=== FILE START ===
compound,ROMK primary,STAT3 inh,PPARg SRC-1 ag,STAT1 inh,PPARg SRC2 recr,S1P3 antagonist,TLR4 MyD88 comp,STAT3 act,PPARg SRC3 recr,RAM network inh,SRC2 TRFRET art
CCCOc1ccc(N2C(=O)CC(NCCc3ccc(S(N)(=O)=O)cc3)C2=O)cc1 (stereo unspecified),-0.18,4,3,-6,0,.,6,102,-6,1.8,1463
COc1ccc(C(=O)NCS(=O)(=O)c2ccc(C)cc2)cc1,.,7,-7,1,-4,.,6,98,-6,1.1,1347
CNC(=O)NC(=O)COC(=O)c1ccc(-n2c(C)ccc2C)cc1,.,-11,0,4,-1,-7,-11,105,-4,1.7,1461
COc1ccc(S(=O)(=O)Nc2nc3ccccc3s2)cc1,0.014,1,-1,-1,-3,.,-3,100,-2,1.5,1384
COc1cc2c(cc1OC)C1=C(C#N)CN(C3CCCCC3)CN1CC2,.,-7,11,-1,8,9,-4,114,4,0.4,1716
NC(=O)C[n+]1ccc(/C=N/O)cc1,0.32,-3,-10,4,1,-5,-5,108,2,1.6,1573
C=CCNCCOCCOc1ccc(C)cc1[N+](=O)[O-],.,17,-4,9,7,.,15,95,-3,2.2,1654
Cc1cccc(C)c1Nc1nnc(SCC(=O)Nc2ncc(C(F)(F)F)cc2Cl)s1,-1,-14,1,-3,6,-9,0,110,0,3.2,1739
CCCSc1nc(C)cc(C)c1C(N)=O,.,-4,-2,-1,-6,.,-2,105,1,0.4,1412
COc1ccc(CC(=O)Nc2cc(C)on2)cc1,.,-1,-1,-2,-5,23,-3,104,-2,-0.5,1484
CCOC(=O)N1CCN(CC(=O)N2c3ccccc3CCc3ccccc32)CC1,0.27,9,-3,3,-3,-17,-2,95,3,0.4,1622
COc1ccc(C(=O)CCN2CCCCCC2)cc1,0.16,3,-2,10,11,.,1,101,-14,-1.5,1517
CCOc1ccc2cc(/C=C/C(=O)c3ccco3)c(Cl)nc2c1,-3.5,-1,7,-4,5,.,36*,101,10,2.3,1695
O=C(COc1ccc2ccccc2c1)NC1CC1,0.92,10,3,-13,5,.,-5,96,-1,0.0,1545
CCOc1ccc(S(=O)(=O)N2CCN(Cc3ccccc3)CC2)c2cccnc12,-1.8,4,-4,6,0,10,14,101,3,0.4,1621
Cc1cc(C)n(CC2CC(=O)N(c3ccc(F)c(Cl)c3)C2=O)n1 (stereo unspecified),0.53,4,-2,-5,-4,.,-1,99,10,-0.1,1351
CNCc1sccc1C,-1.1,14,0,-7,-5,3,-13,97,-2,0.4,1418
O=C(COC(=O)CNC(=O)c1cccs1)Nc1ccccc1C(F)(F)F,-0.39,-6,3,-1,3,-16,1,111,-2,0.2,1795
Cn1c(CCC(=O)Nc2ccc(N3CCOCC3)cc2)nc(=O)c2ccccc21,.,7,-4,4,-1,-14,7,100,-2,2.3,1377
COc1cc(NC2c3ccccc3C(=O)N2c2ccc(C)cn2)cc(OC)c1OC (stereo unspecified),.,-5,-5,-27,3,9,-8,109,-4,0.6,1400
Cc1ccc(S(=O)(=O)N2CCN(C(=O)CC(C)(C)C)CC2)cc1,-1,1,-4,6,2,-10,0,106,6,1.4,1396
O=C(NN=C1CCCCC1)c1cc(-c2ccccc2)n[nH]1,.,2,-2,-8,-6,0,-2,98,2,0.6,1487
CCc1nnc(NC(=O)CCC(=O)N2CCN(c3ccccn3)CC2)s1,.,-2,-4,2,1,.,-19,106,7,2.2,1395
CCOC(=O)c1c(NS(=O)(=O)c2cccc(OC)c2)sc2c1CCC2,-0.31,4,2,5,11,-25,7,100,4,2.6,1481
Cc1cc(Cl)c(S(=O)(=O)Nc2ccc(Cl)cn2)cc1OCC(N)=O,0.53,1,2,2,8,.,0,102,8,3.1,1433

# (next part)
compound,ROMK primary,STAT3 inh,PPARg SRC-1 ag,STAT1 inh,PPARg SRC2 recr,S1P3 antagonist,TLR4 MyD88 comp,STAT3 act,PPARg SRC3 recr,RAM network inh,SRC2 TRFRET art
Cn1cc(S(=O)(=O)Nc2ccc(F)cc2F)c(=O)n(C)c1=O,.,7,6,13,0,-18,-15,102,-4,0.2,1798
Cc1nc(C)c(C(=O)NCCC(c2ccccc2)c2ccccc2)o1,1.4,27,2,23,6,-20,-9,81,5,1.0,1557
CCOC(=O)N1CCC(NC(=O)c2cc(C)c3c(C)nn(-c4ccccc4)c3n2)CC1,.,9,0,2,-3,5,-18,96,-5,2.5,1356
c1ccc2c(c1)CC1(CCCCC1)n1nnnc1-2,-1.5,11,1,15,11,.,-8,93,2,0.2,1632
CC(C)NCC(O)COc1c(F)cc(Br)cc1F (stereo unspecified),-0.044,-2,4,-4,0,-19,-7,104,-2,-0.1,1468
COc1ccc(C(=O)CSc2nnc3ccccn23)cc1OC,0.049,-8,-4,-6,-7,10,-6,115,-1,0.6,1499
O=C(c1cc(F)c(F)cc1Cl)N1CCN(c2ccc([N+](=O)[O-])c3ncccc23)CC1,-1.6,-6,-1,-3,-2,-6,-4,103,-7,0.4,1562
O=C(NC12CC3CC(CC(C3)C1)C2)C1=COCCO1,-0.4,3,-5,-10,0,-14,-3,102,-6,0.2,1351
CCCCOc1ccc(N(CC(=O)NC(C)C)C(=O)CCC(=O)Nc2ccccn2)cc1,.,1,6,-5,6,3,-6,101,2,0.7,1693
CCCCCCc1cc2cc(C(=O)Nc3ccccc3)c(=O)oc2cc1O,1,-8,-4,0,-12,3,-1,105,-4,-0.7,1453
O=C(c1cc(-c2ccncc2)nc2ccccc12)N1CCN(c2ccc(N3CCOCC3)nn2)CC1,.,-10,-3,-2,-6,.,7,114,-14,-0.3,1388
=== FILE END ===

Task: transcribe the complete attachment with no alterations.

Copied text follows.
compound,ROMK primary,STAT3 inh,PPARg SRC-1 ag,STAT1 inh,PPARg SRC2 recr,S1P3 antagonist,TLR4 MyD88 comp,STAT3 act,PPARg SRC3 recr,RAM network inh,SRC2 TRFRET art
CCCOc1ccc(N2C(=O)CC(NCCc3ccc(S(N)(=O)=O)cc3)C2=O)cc1 (stereo unspecified),-0.18,4,3,-6,0,.,6,102,-6,1.8,1463
COc1ccc(C(=O)NCS(=O)(=O)c2ccc(C)cc2)cc1,.,7,-7,1,-4,.,6,98,-6,1.1,1347
CNC(=O)NC(=O)COC(=O)c1ccc(-n2c(C)ccc2C)cc1,.,-11,0,4,-1,-7,-11,105,-4,1.7,1461
COc1ccc(S(=O)(=O)Nc2nc3ccccc3s2)cc1,0.014,1,-1,-1,-3,.,-3,100,-2,1.5,1384
COc1cc2c(cc1OC)C1=C(C#N)CN(C3CCCCC3)CN1CC2,.,-7,11,-1,8,9,-4,114,4,0.4,1716
NC(=O)C[n+]1ccc(/C=N/O)cc1,0.32,-3,-10,4,1,-5,-5,108,2,1.6,1573
C=CCNCCOCCOc1ccc(C)cc1[N+](=O)[O-],.,17,-4,9,7,.,15,95,-3,2.2,1654
Cc1cccc(C)c1Nc1nnc(SCC(=O)Nc2ncc(C(F)(F)F)cc2Cl)s1,-1,-14,1,-3,6,-9,0,110,0,3.2,1739
CCCSc1nc(C)cc(C)c1C(N)=O,.,-4,-2,-1,-6,.,-2,105,1,0.4,1412
COc1ccc(CC(=O)Nc2cc(C)on2)cc1,.,-1,-1,-2,-5,23,-3,104,-2,-0.5,1484
CCOC(=O)N1CCN(CC(=O)N2c3ccccc3CCc3ccccc32)CC1,0.27,9,-3,3,-3,-17,-2,95,3,0.4,1622
COc1ccc(C(=O)CCN2CCCCCC2)cc1,0.16,3,-2,10,11,.,1,101,-14,-1.5,1517
CCOc1ccc2cc(/C=C/C(=O)c3ccco3)c(Cl)nc2c1,-3.5,-1,7,-4,5,.,36*,101,10,2.3,1695
O=C(COc1ccc2ccccc2c1)NC1CC1,0.92,10,3,-13,5,.,-5,96,-1,0.0,1545
CCOc1ccc(S(=O)(=O)N2CCN(Cc3ccccc3)CC2)c2cccnc12,-1.8,4,-4,6,0,10,14,101,3,0.4,1621
Cc1cc(C)n(CC2CC(=O)N(c3ccc(F)c(Cl)c3)C2=O)n1 (stereo unspecified),0.53,4,-2,-5,-4,.,-1,99,10,-0.1,1351
CNCc1sccc1C,-1.1,14,0,-7,-5,3,-13,97,-2,0.4,1418
O=C(COC(=O)CNC(=O)c1cccs1)Nc1ccccc1C(F)(F)F,-0.39,-6,3,-1,3,-16,1,111,-2,0.2,1795
Cn1c(CCC(=O)Nc2ccc(N3CCOCC3)cc2)nc(=O)c2ccccc21,.,7,-4,4,-1,-14,7,100,-2,2.3,1377
COc1cc(NC2c3ccccc3C(=O)N2c2ccc(C)cn2)cc(OC)c1OC (stereo unspecified),.,-5,-5,-27,3,9,-8,109,-4,0.6,1400
Cc1ccc(S(=O)(=O)N2CCN(C(=O)CC(C)(C)C)CC2)cc1,-1,1,-4,6,2,-10,0,106,6,1.4,1396
O=C(NN=C1CCCCC1)c1cc(-c2ccccc2)n[nH]1,.,2,-2,-8,-6,0,-2,98,2,0.6,1487
CCc1nnc(NC(=O)CCC(=O)N2CCN(c3ccccn3)CC2)s1,.,-2,-4,2,1,.,-19,106,7,2.2,1395
CCOC(=O)c1c(NS(=O)(=O)c2cccc(OC)c2)sc2c1CCC2,-0.31,4,2,5,11,-25,7,100,4,2.6,1481
Cc1cc(Cl)c(S(=O)(=O)Nc2ccc(Cl)cn2)cc1OCC(N)=O,0.53,1,2,2,8,.,0,102,8,3.1,1433

# (next part)
compound,ROMK primary,STAT3 inh,PPARg SRC-1 ag,STAT1 inh,PPARg SRC2 recr,S1P3 antagonist,TLR4 MyD88 comp,STAT3 act,PPARg SRC3 recr,RAM network inh,SRC2 TRFRET art
Cn1cc(S(=O)(=O)Nc2ccc(F)cc2F)c(=O)n(C)c1=O,.,7,6,13,0,-18,-15,102,-4,0.2,1798
Cc1nc(C)c(C(=O)NCCC(c2ccccc2)c2ccccc2)o1,1.4,27,2,23,6,-20,-9,81,5,1.0,1557
CCOC(=O)N1CCC(NC(=O)c2cc(C)c3c(C)nn(-c4ccccc4)c3n2)CC1,.,9,0,2,-3,5,-18,96,-5,2.5,1356
c1ccc2c(c1)CC1(CCCCC1)n1nnnc1-2,-1.5,11,1,15,11,.,-8,93,2,0.2,1632
CC(C)NCC(O)COc1c(F)cc(Br)cc1F (stereo unspecified),-0.044,-2,4,-4,0,-19,-7,104,-2,-0.1,1468
COc1ccc(C(=O)CSc2nnc3ccccn23)cc1OC,0.049,-8,-4,-6,-7,10,-6,115,-1,0.6,1499
O=C(c1cc(F)c(F)cc1Cl)N1CCN(c2ccc([N+](=O)[O-])c3ncccc23)CC1,-1.6,-6,-1,-3,-2,-6,-4,103,-7,0.4,1562
O=C(NC12CC3CC(CC(C3)C1)C2)C1=COCCO1,-0.4,3,-5,-10,0,-14,-3,102,-6,0.2,1351
CCCCOc1ccc(N(CC(=O)NC(C)C)C(=O)CCC(=O)Nc2ccccn2)cc1,.,1,6,-5,6,3,-6,101,2,0.7,1693
CCCCCCc1cc2cc(C(=O)Nc3ccccc3)c(=O)oc2cc1O,1,-8,-4,0,-12,3,-1,105,-4,-0.7,1453
O=C(c1cc(-c2ccncc2)nc2ccccc12)N1CCN(c2ccc(N3CCOCC3)nn2)CC1,.,-10,-3,-2,-6,.,7,114,-14,-0.3,1388